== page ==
A binocular gives you two things that neither your eyes nor a spotting scope can
supply simultaneously – the little details and the big picture.
A binocular brings the world of birds and nature closer
to you, magnifying and enhancing it for a leisurely inspection of every tiny detail.
It makes things clearer – so you can see more . . . and see more easily.
When you see things with both eyes simultaneously, as you
do with a binocular, your visual acuity is at its peak. Your brain blends your eyes’
two separate images into one three-dimensional image. It’s an image that shows you
up to 40% more detail than you can see with either eye alone.
Because of its wide field of view, a binocular is ideal
for those close-in to medium distance birding situations that deserve a broad picture
window view of the action, rather than just the glimpse through a peephole that
you get with a spotting scope. Some examples from around our house are the Cardinals
at the feeders outside our kitchen windows year-round, the Cedar Waxwings 50 feet
from our living room cheerfully passing berries from beak to beak along the pine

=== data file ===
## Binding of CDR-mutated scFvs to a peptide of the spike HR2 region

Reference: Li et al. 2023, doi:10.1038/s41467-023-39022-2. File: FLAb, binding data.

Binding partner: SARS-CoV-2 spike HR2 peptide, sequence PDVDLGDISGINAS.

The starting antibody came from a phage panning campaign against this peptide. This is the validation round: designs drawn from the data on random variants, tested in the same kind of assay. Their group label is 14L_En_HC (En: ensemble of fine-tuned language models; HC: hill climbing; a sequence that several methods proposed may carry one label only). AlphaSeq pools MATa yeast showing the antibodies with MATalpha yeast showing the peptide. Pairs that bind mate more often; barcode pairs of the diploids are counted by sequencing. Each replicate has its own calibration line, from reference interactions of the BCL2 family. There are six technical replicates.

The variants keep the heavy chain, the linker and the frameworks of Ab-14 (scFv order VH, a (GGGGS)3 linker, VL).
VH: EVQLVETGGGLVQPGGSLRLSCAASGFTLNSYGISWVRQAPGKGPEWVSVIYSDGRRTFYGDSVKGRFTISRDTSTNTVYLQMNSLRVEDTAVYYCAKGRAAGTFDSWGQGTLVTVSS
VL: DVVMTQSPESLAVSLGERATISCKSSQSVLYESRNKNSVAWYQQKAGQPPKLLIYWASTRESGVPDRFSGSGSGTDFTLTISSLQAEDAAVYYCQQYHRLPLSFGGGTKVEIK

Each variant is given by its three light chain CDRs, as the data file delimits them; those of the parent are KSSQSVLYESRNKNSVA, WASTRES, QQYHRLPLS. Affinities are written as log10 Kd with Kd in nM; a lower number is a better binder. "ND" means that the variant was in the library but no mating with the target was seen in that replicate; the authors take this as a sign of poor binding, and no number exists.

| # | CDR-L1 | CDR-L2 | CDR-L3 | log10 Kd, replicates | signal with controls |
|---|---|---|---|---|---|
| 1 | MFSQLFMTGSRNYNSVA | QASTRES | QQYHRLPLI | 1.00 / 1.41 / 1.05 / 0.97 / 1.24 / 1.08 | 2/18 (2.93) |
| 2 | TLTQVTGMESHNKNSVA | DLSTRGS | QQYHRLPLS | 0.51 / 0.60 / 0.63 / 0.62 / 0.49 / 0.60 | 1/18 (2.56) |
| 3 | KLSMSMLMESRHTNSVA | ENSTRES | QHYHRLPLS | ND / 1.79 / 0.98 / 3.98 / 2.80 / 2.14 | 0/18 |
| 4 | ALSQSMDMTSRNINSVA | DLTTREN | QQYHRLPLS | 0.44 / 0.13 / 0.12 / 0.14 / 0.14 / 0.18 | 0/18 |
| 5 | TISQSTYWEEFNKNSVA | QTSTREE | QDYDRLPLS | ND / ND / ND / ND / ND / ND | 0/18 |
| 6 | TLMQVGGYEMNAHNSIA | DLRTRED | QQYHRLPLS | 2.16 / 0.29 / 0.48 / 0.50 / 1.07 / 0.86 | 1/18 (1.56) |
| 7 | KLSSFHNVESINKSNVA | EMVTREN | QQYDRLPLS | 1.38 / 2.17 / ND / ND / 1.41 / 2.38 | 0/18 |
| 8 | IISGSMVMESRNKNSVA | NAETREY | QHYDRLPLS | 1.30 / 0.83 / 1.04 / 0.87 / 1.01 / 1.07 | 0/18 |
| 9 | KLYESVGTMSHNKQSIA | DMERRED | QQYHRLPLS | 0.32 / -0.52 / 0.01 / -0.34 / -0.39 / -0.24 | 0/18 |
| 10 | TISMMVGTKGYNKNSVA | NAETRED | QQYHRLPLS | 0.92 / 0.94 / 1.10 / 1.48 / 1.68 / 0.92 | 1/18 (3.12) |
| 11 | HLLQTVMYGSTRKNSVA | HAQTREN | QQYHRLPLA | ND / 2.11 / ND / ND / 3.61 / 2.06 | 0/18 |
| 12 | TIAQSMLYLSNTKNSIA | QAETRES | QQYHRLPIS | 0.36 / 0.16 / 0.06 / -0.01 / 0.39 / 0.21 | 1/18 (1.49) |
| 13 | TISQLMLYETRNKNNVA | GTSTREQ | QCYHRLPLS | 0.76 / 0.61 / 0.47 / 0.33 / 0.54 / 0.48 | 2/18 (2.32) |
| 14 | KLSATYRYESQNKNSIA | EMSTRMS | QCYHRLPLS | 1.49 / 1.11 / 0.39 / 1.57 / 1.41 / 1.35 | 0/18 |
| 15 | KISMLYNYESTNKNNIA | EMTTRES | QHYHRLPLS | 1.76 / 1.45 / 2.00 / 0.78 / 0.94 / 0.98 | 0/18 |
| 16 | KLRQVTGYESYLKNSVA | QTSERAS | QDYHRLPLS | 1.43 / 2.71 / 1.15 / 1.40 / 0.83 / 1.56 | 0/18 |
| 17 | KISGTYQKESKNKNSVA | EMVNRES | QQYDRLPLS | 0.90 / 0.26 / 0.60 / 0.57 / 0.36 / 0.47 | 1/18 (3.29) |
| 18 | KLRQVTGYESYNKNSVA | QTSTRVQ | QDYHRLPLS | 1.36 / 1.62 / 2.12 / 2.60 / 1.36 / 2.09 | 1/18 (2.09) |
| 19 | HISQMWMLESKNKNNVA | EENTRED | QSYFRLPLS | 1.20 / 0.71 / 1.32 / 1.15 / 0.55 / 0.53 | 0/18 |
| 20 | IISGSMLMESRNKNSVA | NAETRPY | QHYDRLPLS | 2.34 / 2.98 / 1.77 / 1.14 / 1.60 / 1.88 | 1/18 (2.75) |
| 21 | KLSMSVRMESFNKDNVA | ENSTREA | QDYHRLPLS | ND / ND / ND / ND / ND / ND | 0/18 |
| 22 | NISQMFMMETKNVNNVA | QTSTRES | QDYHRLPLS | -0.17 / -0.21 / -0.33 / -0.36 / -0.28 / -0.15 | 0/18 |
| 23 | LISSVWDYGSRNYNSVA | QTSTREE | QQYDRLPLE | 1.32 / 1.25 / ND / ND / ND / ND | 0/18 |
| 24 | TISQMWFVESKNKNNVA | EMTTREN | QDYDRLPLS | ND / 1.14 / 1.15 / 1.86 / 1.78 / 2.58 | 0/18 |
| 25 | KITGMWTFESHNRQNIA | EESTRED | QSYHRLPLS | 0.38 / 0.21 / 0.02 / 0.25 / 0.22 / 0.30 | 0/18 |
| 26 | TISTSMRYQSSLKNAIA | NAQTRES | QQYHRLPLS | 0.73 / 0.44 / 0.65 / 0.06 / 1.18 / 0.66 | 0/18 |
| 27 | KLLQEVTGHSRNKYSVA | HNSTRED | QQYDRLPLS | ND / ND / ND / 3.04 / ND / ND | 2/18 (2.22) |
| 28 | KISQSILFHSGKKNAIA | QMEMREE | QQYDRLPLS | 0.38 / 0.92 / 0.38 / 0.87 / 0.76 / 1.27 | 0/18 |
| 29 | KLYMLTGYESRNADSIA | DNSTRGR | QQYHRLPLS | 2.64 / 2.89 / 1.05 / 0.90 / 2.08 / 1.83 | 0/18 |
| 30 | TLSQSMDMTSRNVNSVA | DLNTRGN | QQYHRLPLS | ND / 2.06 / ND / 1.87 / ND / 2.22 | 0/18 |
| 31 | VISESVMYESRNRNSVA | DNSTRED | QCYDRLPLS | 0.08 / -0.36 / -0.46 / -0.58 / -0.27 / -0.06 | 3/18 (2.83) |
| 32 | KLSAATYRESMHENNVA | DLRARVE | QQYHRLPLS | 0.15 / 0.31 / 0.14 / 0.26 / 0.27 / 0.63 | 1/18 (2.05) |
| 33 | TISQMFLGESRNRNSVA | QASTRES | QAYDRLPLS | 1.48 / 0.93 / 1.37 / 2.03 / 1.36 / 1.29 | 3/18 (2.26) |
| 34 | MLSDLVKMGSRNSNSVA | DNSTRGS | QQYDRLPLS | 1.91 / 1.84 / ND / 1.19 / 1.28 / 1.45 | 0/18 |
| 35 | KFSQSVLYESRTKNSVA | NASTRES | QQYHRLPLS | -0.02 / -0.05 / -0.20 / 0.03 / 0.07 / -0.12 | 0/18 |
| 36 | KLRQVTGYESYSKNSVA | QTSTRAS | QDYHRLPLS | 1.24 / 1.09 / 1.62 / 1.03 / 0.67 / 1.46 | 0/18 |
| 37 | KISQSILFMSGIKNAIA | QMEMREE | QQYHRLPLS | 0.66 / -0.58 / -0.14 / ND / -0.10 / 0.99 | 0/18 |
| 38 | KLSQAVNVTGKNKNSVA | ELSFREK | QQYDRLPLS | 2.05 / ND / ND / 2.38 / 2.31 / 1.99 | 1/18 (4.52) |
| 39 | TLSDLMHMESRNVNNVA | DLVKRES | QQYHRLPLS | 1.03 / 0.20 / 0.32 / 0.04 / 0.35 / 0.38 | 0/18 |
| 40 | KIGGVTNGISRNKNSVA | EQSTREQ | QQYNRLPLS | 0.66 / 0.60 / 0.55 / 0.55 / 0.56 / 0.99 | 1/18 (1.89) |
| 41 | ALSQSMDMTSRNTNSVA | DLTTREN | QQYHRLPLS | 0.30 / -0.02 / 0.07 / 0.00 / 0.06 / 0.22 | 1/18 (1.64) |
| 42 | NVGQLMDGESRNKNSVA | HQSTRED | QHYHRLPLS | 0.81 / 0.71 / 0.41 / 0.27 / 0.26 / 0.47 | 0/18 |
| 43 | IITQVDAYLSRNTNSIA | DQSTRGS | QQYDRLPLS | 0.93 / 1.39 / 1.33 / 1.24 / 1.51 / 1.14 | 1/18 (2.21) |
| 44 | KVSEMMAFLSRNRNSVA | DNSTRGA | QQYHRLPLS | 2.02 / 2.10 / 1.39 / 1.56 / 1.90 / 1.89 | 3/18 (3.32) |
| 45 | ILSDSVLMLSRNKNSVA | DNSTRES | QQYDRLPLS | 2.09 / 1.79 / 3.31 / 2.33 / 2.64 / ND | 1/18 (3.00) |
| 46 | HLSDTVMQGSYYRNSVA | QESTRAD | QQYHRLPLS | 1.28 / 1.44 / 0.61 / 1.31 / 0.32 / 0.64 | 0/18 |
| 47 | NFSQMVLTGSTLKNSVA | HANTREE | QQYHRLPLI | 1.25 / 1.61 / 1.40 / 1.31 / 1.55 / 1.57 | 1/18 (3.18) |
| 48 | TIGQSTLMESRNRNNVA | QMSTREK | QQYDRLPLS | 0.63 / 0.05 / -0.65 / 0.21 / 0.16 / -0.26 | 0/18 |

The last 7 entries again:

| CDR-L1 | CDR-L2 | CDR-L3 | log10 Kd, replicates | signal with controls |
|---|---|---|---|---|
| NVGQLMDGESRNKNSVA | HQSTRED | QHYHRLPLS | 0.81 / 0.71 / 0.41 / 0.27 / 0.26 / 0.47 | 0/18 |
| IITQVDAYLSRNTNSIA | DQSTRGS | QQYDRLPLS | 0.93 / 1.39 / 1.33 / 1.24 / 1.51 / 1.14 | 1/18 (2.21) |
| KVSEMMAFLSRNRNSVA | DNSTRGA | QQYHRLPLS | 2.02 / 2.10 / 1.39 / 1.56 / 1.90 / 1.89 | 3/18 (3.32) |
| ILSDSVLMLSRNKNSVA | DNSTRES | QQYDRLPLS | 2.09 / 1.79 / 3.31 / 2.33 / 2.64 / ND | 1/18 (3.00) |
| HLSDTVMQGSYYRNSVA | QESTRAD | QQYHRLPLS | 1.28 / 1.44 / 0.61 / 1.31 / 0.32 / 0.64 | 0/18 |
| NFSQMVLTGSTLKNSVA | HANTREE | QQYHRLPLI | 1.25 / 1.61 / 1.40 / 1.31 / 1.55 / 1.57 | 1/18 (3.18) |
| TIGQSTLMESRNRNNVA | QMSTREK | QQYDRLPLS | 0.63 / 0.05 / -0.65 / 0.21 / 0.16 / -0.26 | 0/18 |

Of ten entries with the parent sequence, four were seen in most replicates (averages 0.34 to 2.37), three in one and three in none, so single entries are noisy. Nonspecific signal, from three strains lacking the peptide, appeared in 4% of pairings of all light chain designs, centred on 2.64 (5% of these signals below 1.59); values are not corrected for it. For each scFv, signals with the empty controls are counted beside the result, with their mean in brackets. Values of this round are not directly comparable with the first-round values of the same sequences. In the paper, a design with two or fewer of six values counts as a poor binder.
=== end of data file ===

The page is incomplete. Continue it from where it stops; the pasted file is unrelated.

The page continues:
branches in the winter, and the Red-Shouldered Hawk 150 feet east of our deck riding
the updraft above the crest of the hill on which our house sits. All of them are
images that need a wider field of view than a spotting scope can give.
For relatively nearby birding, your eyes can supply the
big picture, showing you a row of Waxwings on a backyard branch, for example – but
you might be too far away to make out the white and yellow wing spots that mark
the difference between Cedar and Bohemian Waxwings. A spotting scope can show you
those identifying marks on a single bird, but at the cost of losing the entrancing
sight of the whole row of birds passing berries from one to another.
A binocular does both. It makes the field marks bigger,
so you can tell what kind of Waxwings you’re watching, while still keeping the whole
gregarious berry-passing crew visible in a wide-angle view.
A binocular can be used from a car, a kitchen, a hammock, on foot – anywhere and
at any time. There’s no need to take the time to set up a spotting scope tripod
to observe some fleeting image of nature – simply lift your binocular to your eyes